2021 Winners and Losers: Honor

2021 Winners and Losers: Honor

To say 2021 was a bounce-back year for Honor would be an understatement. The former Huawei sub-brand rose up from the smog of the Huawei US ban and got on track releasing phones with Google Mobile Services (GMS) once again. The Honor 50 series came first followed by the flagship Magic 3 series shortly after. The Magic 3 Pro+ in particular brought arguably the most impressive spec sheet of any Android flagship this year though, like the rest of the Magic 3 series, it remained exclusive to China.

Honor continued to deliver on the laptop front with excellent offerings with new AMD Ryzen and Intel CPUs offering solid performance, ample battery life and pricing that’s undercutting established competitors. The wearables segment stayed on course with solid TWS buds like the Earbuds 2 Lite and the excellent Honor Band 6 impressed us too.

Winner: GMS returns to Honor phones

After Huawei sold off Honor in November of 2020, the now independent brand managed to get on track and obtain a Google Mobile Services license. This was confirmed back in June and sure enough, the Honor 50 series announced later that month was the first time in over two years since we got new Honor phones with Google apps out the box.

Their appealing design and solid spec sheet have translated into a revival of the Honor brand out West. Since then we’ve seen the debut of the flagship Magic 3 series which brought top-notch specs and standout designs but remained exclusive to the company's home market.

Winner: Honor 50 series

Honor’s first phones back with GMS and 5G connectivity alongside some lucrative specs. In our own Honor 50 review we liked its bright 120Hz OLED display, dependable battery life and solid camera and video prowess. The more impressive Pro model has a larger display, dual selfie cameras and blazing fast 100W wired charging but it did not make its way outside of China yet.

The Honor 50 series also proved quite popular in China. They helped the company to a drastic rebound in China with a 36% increase in sales between June and July. More importantly, they sent a clear message to the rest of the smartphone world – Honor is back.

2021 Winners and Losers: Honor

Loser: Honor 60

While it only came out in December 2021, Honor 60 looks too similar to its predecessor and packs specs that are not that different. Let’s compare the two. You get a slightly larger 6.67-inch screen on the newer Honor 60 but the same Snapdragon 778G chipset and a marginally larger 4,800 mAh battery.

The rest is virtually unchanged which begs the question of why Honor even bothered to release the vanilla 60 version. Factoring in the imminent discounts on Honor 50 makes the Honor 60 a tough sell.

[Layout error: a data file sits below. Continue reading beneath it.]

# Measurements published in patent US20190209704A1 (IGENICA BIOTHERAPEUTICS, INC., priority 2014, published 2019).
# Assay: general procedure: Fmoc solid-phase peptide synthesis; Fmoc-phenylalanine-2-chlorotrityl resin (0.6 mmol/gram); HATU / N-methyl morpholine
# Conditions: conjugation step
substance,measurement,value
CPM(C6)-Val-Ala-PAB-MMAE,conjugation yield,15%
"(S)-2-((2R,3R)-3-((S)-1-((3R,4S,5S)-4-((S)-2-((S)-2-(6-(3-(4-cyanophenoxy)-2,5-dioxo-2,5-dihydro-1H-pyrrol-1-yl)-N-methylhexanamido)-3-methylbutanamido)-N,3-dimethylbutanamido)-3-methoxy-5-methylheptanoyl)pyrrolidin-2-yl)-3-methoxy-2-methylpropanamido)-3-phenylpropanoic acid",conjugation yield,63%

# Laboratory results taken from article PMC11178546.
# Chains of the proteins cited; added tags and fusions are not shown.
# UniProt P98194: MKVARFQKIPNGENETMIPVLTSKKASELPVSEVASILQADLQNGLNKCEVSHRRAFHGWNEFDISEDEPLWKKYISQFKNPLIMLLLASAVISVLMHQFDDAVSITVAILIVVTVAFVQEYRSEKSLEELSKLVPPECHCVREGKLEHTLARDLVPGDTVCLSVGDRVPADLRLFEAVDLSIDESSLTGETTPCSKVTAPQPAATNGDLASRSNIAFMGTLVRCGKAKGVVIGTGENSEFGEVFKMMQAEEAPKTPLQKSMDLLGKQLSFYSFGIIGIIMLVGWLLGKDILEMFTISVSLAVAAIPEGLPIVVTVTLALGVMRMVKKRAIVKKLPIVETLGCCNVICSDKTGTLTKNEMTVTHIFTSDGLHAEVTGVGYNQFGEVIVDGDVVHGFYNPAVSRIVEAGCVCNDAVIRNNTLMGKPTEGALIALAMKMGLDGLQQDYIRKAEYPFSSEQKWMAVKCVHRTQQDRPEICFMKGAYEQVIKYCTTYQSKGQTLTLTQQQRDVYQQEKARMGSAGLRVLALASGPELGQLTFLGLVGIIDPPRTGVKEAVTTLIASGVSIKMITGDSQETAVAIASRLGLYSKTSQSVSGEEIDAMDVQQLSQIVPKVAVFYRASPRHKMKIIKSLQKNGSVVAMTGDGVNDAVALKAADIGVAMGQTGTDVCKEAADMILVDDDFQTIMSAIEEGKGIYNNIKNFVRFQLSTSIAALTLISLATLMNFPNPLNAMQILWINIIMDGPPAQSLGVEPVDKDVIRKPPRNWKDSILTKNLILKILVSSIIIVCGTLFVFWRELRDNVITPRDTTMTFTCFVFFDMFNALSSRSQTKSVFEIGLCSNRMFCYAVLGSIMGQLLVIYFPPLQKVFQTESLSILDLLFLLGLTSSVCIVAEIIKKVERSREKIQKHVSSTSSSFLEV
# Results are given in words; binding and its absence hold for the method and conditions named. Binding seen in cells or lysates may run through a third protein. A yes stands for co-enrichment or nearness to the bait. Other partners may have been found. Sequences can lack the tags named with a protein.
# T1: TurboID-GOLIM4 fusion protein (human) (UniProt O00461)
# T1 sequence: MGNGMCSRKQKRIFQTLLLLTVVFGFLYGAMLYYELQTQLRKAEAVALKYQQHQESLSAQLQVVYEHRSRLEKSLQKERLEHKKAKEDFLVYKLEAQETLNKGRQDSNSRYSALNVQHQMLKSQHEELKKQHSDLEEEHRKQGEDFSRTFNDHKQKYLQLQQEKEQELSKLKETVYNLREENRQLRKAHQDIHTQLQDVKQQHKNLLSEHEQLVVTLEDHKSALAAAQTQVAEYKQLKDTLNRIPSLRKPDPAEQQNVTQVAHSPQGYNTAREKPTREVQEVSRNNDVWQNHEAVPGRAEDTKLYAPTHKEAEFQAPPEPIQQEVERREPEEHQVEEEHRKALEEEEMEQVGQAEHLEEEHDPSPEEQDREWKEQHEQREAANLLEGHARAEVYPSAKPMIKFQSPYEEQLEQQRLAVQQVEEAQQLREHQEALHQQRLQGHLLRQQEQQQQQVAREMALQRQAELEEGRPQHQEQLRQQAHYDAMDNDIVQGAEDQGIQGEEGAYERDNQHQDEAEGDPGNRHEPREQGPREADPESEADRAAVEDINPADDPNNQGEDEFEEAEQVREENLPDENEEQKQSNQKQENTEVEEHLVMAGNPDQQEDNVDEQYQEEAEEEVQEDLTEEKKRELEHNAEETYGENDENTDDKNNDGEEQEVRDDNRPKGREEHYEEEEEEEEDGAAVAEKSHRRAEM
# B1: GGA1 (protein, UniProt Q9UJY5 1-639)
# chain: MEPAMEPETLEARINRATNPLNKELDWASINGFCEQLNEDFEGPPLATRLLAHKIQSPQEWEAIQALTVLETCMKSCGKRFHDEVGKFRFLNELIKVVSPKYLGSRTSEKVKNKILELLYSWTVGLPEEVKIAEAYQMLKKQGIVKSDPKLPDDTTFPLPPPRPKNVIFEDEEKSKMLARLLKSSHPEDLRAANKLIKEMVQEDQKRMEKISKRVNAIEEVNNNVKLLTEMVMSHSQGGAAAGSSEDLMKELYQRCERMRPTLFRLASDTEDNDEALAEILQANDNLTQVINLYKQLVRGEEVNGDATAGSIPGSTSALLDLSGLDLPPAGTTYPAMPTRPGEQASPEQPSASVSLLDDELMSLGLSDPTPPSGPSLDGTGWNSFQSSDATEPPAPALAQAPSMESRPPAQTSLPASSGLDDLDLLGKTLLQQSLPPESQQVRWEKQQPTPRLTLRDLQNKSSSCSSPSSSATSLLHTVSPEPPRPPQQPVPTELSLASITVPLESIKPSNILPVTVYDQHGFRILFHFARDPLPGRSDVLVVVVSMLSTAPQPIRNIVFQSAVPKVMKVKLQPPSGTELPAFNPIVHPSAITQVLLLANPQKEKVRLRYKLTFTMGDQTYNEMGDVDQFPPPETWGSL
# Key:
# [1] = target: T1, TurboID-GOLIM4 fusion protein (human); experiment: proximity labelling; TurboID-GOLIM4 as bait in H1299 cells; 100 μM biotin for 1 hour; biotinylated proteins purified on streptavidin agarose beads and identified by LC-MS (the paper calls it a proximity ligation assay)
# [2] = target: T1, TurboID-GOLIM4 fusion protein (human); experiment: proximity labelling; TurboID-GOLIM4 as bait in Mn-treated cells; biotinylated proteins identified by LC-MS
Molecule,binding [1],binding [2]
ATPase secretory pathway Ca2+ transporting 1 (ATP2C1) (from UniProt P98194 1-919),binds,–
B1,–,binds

Loser: Magic 3 series international availability

Hey Honor, what happened with the planned international release of the Magic 3 series? Oh yeah, it did not pan out. The Magic 3 series represents the best that Honor has out on the market with the Magic3 Pro+ in particular offering some of the most compelling specs of any Android phone on the market. From its sleek design to the curved OLED display, top-of-the-line Snapdragon 888+ chipset and IP68 dust/water resistance.

And we haven’t even brushed up on the cameras. There’s a flagship-grade 50MP IMX700 1/1.28” sensor by Sony at the helm alongside a 1/2" 64MP ultrawide snapper, 64MP telephoto module with 3.5x optical zoom and a 64MP monochrome shooter. The phone is certainly a winner but having it exclusive to Asia makes it a loser in our book.

Winner: MagicBook laptops

While its Android phone release cycle was not the most varied on the international scene, Honor’s laptop game continued to excel. In our own reviews of the MagicBook Pro and MagicBook 14 we found that both laptops strike a fine balance between performance, price and portability.

MagicBook Pro in particular impressed us with its bright 16.1-inch screen and excellent contrast. The onboard 16GB RAM and 512GB SSD were more than sufficient for the price and the discrete GeForce MX350 GPU handled its own in modern games.

While not the most powerful out there, Intel’s 10th gen Intel Core i5 processor delivered respectable results in our benchmark tests. MagicBook 14 delivered newer 11-gen Intel i5/i7 chipsets, good port selection and a decent 56W battery which we found to be enough juice for most use cases.

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